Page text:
Cheong Soo Pieng:
Objects and Assemblage
25.02 // 14.03.2022
Cheong Soo Pieng, Construction, 1969, Mixed media and aluminium relief, 75 x 100 cm
artcommune is pleased to present Cheong Soo Pieng: Metals, Found Objects and Assemblage. Cheong Soo Pieng is an important pioneer of the Nanyang art style and one of the most creative Chinese artists of the 20th century. His varied output, which centres on the bold pursuit of Modern aesthetics and innovative amalgamation of forms and techniques derived from both Western and Chinese art traditions, was instrumental in shaping the development of Singapore Modern art. Over a career spanning almost fifty years, Soo Pieng devoted an entire decade (1965 – 75) to working with metals, found objects, and assemblage, revealing his wholehearted and intensive experimentation with blurring the boundaries between art and non-art objects. Featuring 8 exquisite metal relief, assemblage and mixed media works completed in the period of 1965-75, this small survey highlights Soo Pieng’s innovative use of found and unconventional materials in this particular chapter of his formal pursuit.
Though formally trained as a painter, Soo Pieng delved into sculpture around 1965 and was one of the six local artists featured in the country’s inaugural First Sculpture Exhibition in Singapore in 1967. Around this same period, he began composing with scrap and industrial materials such as raw copper sheet, aluminum, rivet, iron rod, and plastic wood. Several of his assemblage pieces that emerged in the following ten years feature as well everyday found objects like wires, gravel particles, bottle caps, and metal pots and pans. Soo Pieng creatively repurposed these non-art materials into three-dimensional sculptural and metal relief artworks. They are either abstract or figurative, and often espouse recurring forms or motifs seen in his oil compositions of the period. By liberating these industrial or found objects from their original functions and imbuing them with new expressive potential in novel artistic conceptions, Soo Pieng sought his own unique inroads into modern trends and movements shaping the international art scene, where the use of readymades and found objects had proliferated since the early 20th century and crystallised into groundbreaking conceptual art forms. Between the 1960s and 70s, Soo Pieng was possibly the first amongst his local contemporaries, and amongst the earliest of Chinese artists in the world to have forayed into making art with scrap metals, found objects and assemblage.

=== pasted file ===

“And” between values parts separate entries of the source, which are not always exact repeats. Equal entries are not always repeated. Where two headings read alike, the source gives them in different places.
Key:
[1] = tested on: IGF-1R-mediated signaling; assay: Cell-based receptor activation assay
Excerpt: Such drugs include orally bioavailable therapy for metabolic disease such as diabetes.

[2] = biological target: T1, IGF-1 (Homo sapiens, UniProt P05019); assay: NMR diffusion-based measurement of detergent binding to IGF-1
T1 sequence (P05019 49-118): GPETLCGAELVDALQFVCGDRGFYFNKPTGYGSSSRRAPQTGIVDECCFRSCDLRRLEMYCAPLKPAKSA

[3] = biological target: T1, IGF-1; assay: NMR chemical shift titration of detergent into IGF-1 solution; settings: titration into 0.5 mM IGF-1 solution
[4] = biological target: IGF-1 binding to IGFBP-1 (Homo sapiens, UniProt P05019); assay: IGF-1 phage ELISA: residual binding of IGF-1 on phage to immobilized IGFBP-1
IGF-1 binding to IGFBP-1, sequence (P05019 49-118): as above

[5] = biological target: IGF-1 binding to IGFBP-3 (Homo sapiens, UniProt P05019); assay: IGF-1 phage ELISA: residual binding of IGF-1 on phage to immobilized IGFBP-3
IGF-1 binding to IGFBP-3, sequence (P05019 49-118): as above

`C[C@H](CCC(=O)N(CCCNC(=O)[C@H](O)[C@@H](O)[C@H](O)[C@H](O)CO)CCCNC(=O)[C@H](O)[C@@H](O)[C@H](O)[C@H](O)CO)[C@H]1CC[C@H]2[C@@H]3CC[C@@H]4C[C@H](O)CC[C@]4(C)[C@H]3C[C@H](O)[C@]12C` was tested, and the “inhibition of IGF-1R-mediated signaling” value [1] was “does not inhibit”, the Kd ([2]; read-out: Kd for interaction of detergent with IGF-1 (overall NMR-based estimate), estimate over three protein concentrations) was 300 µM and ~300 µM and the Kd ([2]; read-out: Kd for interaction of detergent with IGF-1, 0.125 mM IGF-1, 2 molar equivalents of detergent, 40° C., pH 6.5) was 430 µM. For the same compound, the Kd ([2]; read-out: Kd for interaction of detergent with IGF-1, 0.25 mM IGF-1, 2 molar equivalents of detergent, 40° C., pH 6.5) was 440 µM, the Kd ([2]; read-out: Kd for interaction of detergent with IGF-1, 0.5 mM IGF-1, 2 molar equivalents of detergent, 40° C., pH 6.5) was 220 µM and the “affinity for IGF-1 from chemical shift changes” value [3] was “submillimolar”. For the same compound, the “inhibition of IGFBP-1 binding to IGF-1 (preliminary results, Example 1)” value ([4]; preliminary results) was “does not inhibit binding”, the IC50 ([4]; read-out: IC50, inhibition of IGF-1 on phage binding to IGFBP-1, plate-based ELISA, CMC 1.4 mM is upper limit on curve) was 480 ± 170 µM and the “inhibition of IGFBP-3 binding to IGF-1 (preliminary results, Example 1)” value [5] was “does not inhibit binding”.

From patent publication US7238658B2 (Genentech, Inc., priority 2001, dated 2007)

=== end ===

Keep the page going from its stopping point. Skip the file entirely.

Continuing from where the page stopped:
Cheong Soo Pieng (b. 1917, Xiamen, China – d. 1983, Singapore) is an important pioneer of the Nanyang art style and one of the most creative Chinese artists of the 20th century. His varied output, which centres on the bold pursuit of Modern aesthetics and innovative amalgamation of forms and techniques derived from both Western and Chinese art traditions, was instrumental in shaping the development of Singapore Modern art. Soo Pieng studied at Xiamen Academy of Fine Arts in 1933 and furthered his art education at Xinhua Academy of Fine Arts in Shanghai in 1936.At both academies, he was schooled in a Beaux-Arts type of curriculum and was well exposed to both Chinese painting and Western modern art (in particular the school of Paris - Impressionism, Post-Impressionism, Fauvism and Cubism).After the 2nd World War, as a civil war broke out between the Communists and Kuomintang forces, Soo Pieng relocated to Singapore in 1946.He took up a teaching position at the Nanyang Academy of Fine Arts (NAFA) and thereon began his fervent synthesis of Western and Chinese pictorial styles, drawing often from themes and subjects relating to his new, immediate environment in Malaya. Several overseas sojourns undertaken by Soo Pieng between the 1950s and 1970s were known to have effected distinct stylistic transitions in his artistic oeuvre. For example, the historic 1952 Bali trip (with Liu Kang, Chen Wen Hsi and Chen Chong Swee) culminated in the birth of a regionally influential Nanyang art style and seeded Soo Pieng’s lifelong fascination with Balinese figures and oriental motifs; his longhouse stay in Borneo in 1959 inspired as well a lifelong interest in styling the indigenous Dayak people in a variety of painting formats and mediums; his European trip from 1962-63 initiated a devoted exploration of abstract and mixed media works; and his first return trip to China in 1979 resulted in a repertoire of ink works that sought to reinvent Chinese classicism.
Date: 25 February - 14 March 2022
Time: 12pm - 7pm daily
Venue: artcommune gallery (address below)
Art Talk | Singapore Artist Series: Cheong Soo Pieng
Date: Saturday, 5 March 2022
Time: 5 - 7pm
Venue: artcommune gallery (address below)
Fee: SGD 25 per person
Speaker is Ho Sou Ping, Artist and Director of artcommune gallery.
RSVP is required due to limited capacity. To register your interest, please email us